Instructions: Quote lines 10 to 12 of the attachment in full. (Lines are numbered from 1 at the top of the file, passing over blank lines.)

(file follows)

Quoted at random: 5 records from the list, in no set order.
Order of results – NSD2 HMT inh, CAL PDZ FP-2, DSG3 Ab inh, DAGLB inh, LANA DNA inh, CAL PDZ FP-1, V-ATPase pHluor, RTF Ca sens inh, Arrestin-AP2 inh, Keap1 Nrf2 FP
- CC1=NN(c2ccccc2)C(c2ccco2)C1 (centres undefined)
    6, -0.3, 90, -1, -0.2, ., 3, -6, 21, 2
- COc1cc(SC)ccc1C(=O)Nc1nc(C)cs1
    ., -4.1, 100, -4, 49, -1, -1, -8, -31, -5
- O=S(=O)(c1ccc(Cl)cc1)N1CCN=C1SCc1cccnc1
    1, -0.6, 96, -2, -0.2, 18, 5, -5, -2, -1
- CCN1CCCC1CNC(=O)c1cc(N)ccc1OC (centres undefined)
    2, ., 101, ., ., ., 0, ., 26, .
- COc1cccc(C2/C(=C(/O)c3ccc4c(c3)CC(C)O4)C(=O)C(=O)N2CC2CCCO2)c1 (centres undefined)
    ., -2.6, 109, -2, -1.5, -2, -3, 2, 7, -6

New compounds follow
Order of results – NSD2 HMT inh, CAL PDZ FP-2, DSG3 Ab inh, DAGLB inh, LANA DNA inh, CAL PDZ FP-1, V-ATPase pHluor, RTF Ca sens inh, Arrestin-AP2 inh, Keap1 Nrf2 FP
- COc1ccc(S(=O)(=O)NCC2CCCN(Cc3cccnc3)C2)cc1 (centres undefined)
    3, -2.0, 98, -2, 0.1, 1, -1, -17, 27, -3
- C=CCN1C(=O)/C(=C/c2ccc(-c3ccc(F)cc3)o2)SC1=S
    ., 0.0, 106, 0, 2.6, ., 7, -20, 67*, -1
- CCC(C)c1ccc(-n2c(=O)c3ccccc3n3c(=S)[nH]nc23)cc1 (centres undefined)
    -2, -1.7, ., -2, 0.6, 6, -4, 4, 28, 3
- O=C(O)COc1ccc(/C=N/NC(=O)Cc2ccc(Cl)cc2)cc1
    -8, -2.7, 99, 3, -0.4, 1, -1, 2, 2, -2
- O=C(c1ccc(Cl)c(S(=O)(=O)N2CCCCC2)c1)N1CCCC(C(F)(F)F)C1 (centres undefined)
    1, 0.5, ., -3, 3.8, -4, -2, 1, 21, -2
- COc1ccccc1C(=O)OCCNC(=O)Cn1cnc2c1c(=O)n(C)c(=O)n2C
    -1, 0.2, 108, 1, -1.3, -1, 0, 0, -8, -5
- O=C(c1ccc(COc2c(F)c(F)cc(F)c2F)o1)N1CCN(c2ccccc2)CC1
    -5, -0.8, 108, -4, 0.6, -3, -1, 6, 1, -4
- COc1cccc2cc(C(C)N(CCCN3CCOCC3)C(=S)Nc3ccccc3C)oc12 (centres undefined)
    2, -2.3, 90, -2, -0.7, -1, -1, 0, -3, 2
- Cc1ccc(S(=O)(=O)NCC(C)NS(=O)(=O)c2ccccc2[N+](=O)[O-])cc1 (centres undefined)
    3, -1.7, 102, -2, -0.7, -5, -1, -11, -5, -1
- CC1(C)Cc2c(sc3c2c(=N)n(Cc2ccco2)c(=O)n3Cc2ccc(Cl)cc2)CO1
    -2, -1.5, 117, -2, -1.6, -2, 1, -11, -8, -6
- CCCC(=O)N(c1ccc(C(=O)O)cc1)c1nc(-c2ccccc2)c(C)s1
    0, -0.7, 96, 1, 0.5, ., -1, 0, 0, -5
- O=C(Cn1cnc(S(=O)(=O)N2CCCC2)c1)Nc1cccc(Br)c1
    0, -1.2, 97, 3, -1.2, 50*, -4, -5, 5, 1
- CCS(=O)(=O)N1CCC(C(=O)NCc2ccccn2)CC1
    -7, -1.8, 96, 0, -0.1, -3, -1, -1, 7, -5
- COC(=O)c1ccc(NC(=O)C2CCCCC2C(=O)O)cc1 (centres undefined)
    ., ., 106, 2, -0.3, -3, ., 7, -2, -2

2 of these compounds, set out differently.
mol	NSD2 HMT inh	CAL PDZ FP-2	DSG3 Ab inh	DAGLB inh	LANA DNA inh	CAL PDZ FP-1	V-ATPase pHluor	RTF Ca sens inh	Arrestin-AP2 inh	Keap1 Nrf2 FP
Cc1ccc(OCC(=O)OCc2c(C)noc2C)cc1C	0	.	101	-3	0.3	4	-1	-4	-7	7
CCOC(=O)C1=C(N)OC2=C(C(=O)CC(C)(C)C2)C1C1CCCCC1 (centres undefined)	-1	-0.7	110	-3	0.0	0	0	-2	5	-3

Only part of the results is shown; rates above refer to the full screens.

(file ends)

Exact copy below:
    2, ., 101, ., ., ., 0, ., 26, .
- COc1cccc(C2/C(=C(/O)c3ccc4c(c3)CC(C)O4)C(=O)C(=O)N2CC2CCCO2)c1 (centres undefined)
    ., -2.6, 109, -2, -1.5, -2, -3, 2, 7, -6